Alfa made over 124,000 of those elegant Spiders, selling most of them in the states. The final model year is 1994, so there were four generations of this model. Although they kept the same mechanical layout, they updated the design details, bumpers and lights. For less than $20,000, you can pretend to be the young Dustin Hoffman, but pay attention to rust issues since those classic Alfa Spiders were rust-prone.

  1. Porsche Boxster

Although the third generation of the Porsche Boxster is currently in production, they presented the first-generation model in 1996 and discontinued it in 2004. It’s been over 20 years since Porsche introduced this roadster, so it is safe to say the Boxster revolutionized the concept of the open-top fun car. It has also stood the test of time as a future classic that you can own today.

The big advantage of the Boxster is its layout. While most cars have a front engine and rear wheel drive construction, the Boxster has a mid-mounted flat six engine. This gives the car perfect balance with room for two trunks and sublime handling. The base 2.5-liter engine delivers a healthy 200 HP.

This makes even the most affordable Boxster agile, fast and exciting to drive, especially with a six-speed manual transmission. If you think that the 90’s Porsche design is cool, and you want a perfect piece of German engineering with open-air flavor, this is the roadster for you. For around $10,000, you can find a nice Boxster from the late 90’s.

  1. Fiat 124 Spider

The Alfa Spider wasn’t the only Italian contender in the classic roadster class. Fiat’s 124 Spider was also a popular, affordable choice that is still an interesting proposition for convertible fans who love Italian charm.

Fiat introduced it in 1966, selling the Spider in America until 1985. Pininfarina designed and built the Fiat 124 Spider on the 124 Sedan platform. The mechanics were straightforward with a twin cam engine, a four-speed manual transmission and rear wheel drive. The early models produced 90 HP from a 1.6-liter engine, while later versions got 2.0-liter engines with fuel injection and 102 HP.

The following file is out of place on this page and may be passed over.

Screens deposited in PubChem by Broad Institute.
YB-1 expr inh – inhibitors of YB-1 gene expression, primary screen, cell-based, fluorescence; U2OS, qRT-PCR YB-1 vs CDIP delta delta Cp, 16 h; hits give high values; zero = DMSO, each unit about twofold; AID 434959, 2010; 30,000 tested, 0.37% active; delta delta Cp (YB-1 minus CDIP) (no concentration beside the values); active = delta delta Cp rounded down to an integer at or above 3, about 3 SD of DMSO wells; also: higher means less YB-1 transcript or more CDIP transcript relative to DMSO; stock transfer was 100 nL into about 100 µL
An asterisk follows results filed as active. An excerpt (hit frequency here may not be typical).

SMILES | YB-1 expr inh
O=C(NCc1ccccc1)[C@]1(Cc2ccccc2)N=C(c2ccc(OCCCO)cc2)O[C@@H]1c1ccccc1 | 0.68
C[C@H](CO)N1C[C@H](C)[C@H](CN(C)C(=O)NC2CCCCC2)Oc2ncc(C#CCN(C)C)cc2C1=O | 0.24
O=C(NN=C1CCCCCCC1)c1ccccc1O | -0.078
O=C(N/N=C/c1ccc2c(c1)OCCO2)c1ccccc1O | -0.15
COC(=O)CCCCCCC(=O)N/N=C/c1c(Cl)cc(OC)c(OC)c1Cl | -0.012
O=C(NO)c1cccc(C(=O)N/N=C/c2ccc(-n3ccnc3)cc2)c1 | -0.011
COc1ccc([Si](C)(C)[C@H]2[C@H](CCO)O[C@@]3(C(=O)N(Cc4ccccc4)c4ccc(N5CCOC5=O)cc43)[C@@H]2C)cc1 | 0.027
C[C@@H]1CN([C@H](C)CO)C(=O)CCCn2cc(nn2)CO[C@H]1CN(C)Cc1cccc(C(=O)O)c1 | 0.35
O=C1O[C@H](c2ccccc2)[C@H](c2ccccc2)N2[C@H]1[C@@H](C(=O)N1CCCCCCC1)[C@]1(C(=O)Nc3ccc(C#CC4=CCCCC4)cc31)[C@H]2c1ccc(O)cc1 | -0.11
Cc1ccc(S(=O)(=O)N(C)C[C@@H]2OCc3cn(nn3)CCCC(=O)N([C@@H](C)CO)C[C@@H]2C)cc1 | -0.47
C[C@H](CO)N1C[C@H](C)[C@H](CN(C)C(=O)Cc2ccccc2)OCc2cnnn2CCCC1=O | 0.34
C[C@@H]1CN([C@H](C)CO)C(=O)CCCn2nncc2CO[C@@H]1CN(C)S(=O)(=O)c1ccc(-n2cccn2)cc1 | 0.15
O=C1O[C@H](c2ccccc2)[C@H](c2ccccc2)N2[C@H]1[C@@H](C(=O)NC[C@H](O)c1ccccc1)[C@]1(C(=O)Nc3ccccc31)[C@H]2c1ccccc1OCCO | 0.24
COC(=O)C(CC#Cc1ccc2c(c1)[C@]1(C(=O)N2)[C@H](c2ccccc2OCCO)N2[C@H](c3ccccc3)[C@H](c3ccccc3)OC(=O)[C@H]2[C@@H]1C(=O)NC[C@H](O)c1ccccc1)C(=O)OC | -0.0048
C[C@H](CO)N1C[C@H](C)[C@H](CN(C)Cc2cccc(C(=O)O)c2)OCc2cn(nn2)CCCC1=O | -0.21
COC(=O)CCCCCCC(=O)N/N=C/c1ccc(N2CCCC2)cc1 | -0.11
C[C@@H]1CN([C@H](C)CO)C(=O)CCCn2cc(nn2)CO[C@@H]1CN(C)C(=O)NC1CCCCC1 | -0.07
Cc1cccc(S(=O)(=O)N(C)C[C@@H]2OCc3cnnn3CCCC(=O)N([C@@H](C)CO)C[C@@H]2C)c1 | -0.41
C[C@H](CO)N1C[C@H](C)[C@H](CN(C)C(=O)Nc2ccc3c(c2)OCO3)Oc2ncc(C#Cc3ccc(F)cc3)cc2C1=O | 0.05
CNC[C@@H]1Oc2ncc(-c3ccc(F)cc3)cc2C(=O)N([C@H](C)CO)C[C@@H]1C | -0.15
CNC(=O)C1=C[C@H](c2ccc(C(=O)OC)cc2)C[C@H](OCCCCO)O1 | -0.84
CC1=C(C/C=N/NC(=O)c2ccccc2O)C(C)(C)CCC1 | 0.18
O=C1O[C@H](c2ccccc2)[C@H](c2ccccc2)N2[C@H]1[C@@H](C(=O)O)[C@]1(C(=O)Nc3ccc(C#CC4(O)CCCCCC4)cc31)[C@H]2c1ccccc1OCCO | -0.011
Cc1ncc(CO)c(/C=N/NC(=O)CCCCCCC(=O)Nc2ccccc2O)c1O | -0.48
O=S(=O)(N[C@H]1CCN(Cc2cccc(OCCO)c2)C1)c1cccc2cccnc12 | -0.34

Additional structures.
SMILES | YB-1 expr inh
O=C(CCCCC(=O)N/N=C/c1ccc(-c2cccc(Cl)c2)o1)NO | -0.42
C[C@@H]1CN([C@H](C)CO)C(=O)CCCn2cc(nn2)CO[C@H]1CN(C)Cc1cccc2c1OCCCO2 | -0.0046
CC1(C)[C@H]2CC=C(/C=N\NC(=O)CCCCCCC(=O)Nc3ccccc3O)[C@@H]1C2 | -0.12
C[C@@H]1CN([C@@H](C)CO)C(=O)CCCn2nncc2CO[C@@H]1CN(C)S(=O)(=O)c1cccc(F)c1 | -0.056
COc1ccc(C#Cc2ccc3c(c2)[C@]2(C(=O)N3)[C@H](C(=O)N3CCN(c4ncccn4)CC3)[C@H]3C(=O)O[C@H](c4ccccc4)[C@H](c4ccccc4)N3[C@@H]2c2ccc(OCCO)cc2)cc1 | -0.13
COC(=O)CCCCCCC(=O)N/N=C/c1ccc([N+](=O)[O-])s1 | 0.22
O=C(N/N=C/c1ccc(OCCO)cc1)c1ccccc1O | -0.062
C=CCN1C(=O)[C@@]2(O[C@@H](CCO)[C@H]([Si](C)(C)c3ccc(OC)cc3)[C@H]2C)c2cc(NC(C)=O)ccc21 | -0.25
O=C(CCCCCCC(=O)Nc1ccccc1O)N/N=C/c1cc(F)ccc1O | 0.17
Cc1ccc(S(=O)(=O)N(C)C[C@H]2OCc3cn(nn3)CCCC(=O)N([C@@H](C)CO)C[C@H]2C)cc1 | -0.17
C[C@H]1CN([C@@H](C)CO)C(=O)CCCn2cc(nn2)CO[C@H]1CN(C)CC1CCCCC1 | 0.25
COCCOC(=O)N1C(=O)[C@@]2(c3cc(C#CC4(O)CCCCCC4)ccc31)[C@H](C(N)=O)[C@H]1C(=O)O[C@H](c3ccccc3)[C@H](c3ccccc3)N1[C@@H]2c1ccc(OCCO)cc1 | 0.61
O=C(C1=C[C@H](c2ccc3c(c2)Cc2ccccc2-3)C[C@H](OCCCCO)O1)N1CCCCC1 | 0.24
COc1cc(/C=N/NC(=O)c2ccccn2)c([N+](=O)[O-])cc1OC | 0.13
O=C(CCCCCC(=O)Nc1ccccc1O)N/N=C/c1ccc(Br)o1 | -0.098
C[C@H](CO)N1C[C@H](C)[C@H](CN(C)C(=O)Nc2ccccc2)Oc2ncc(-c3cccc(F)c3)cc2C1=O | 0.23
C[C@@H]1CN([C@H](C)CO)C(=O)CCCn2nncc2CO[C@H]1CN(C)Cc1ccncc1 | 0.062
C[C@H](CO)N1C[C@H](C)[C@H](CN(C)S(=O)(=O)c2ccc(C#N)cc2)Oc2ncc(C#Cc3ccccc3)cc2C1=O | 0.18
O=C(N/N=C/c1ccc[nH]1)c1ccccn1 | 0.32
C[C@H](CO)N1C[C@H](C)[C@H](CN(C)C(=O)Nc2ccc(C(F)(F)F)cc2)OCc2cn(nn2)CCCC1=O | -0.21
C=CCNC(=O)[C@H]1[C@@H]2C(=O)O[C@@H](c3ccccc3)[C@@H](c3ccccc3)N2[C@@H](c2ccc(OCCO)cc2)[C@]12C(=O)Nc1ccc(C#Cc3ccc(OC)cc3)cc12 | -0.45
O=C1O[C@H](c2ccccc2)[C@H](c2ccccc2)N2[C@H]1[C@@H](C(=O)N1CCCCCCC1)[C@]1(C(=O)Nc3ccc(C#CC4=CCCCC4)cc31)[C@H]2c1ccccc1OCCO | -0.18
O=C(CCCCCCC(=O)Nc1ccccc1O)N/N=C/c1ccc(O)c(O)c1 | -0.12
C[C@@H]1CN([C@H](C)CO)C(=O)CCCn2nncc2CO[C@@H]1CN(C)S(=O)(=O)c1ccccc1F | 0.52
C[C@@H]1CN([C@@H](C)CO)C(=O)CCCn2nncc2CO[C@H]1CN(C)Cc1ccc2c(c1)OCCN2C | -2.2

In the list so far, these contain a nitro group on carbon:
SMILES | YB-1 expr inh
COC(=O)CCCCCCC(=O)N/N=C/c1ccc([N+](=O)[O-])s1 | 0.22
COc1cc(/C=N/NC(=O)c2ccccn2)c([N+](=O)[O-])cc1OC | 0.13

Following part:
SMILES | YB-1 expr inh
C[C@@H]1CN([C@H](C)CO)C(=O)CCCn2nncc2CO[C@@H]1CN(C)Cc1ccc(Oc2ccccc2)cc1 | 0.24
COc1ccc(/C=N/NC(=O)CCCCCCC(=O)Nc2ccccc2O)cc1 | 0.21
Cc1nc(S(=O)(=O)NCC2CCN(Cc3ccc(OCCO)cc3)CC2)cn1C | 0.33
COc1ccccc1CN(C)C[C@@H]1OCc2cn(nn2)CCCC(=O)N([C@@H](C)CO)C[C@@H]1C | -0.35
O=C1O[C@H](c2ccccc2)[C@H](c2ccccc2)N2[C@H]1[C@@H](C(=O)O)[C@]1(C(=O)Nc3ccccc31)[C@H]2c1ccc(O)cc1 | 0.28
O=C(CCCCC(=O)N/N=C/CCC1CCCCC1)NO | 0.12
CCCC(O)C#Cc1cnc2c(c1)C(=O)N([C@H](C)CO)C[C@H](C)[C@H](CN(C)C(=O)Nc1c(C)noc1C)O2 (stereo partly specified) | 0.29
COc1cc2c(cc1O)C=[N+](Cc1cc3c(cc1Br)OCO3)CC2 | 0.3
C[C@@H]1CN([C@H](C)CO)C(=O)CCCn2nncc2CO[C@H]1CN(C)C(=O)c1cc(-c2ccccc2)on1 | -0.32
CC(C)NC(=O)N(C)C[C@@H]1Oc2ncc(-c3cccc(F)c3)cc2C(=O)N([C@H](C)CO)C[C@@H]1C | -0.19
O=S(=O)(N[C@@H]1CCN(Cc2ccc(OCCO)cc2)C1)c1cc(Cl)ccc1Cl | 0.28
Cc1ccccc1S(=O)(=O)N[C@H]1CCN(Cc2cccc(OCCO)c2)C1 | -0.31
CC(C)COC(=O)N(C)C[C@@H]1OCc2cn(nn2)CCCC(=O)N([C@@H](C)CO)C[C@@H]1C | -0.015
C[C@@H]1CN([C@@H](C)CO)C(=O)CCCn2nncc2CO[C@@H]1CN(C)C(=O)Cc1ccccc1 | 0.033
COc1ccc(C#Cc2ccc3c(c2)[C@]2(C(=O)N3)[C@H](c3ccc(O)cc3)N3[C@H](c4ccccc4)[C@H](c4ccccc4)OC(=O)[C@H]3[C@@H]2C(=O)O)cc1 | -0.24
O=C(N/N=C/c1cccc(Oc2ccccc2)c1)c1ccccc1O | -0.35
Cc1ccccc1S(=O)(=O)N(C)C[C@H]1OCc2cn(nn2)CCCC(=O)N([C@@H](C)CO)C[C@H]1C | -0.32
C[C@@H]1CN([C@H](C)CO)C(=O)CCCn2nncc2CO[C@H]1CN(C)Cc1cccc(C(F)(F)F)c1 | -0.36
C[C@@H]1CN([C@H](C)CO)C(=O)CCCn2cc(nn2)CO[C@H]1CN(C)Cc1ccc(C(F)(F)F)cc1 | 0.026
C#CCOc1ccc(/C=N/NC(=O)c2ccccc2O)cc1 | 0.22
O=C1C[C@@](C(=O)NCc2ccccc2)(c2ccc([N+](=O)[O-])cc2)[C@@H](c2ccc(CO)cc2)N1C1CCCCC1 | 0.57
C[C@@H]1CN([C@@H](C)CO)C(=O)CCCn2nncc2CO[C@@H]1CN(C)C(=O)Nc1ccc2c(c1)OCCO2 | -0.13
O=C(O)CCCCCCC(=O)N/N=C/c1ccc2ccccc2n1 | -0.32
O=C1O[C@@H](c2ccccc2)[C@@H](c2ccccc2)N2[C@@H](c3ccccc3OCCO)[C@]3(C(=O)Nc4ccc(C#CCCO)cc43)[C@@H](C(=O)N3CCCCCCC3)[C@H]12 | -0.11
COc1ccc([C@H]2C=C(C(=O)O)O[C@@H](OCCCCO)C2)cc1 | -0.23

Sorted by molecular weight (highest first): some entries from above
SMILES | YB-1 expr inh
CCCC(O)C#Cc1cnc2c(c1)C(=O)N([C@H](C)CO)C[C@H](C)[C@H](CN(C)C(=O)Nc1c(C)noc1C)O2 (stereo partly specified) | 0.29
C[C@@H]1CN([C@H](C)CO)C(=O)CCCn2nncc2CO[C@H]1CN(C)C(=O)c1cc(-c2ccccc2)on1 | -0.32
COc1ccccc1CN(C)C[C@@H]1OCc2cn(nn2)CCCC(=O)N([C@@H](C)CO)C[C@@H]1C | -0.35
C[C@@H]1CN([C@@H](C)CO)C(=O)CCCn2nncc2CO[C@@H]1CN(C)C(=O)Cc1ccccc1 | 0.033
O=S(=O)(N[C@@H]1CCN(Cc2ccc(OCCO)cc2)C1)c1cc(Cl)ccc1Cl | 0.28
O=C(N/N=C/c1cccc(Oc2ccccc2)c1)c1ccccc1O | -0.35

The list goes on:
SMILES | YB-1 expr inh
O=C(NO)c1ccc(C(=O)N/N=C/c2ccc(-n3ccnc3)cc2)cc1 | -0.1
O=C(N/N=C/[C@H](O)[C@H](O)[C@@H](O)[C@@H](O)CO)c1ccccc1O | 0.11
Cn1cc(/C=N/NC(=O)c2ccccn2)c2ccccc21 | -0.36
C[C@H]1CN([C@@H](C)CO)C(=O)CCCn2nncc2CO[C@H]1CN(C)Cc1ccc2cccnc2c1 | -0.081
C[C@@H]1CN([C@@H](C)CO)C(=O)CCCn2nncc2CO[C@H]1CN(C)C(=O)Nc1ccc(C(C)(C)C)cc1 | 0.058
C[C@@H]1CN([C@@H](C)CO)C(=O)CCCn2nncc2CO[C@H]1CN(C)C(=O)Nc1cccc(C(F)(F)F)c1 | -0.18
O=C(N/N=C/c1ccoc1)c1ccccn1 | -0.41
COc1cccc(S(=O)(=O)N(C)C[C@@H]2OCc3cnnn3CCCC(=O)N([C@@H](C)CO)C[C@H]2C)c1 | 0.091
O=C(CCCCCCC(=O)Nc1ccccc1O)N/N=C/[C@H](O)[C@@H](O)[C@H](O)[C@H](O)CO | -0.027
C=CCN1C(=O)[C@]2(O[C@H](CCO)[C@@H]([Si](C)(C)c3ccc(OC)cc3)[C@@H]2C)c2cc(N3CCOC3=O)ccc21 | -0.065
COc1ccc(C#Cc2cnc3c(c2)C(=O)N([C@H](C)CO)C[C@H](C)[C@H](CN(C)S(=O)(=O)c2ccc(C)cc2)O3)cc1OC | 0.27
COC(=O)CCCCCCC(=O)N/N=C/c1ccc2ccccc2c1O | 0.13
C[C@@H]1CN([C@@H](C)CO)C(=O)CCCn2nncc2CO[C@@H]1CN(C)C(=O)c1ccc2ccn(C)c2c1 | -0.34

The 124 Spider was one of the most comfortable roadsters since it featured a roomy cabin, a big trunk and impressive ride quality. Car fans seek well-maintained models of the 124 Spider. Fortunately, Fiat built over 200,000 124 Spiders. Most of them are in America, so finding one won’t be hard. You can expect to pay around $15,000 for a near mint 124 Spider.

  1. Renault Floride/Caravelle

You may see some of the other cars from this list during your daily commute because they are common street décor in America. However, you will have to dig deep to find the Renault Caravelle, even at car shows or in automotive museums. But, the Caravelle was popular, so Renault managed to sell 117,000 of them during its 10 years from 1958 to 1968.

Renault based it on the mechanics of their economy 4CV model. The Floride/Caravelle was a cool-looking roadster with a rear mounted four-cylinder engine and 2+2 seating configuration. Renault intended to call the car Floride for sale in the U.S. But they decided to call the model the Caravelle for U.S. buyers and Floride for the rest of the world.

Interestingly, most of the production did end up in America although the British roadster invasions of the 60’s made Renault look outdated and slow. Despite looking elegant, the Caravelle was sluggish because its biggest engine was a 1.1-liter four cylinder with 55 HP. However, if you love French charm, are not in a hurry and want a car nobody else has, the Caravelle is for you. You can find a Caravelle for around $10,000, which is affordable for such a rare model.

  1. Honda S2000

Honda introduced the S2000 in 1999 and discontinued it in 2009. However, you could consider the S2000 a 90’s model, even though Honda presented it at the end of the decade. This model was a true driver’s car with all the important features, like lightweight construction and an ideal weight distribution. It also had a powerful, rev-happy engine and razor-sharp handling in an elegant open-top package.

Under the hood was a 2.0 or 2.2-liter four-cylinder engine with 240 HP, which was the main selling point of the car. This little gem of an engine featured a 9,000-rpm redline and four valves per cylinder. It also had the famous Honda V-Tec system, providing all its power in high rpms and a wonderful screaming sound. Thanks to its intelligent engineering and light weight, the S2000 delivered respectable performance numbers and handling, receiving universal praise.

During its decade-long production run, Honda sold over 110,000 of these fast, little roadsters. You will be pleased to know you can find one today quite affordable at around $6,000. Look for unmodified examples since people are mostly looking for those stock S2000s. However, there is one possible downside of the Honda S2000. It is a small car with limited interior space, so if you are over six feet tall, you will probably have problems fitting inside.

  1. Mercedes SL R107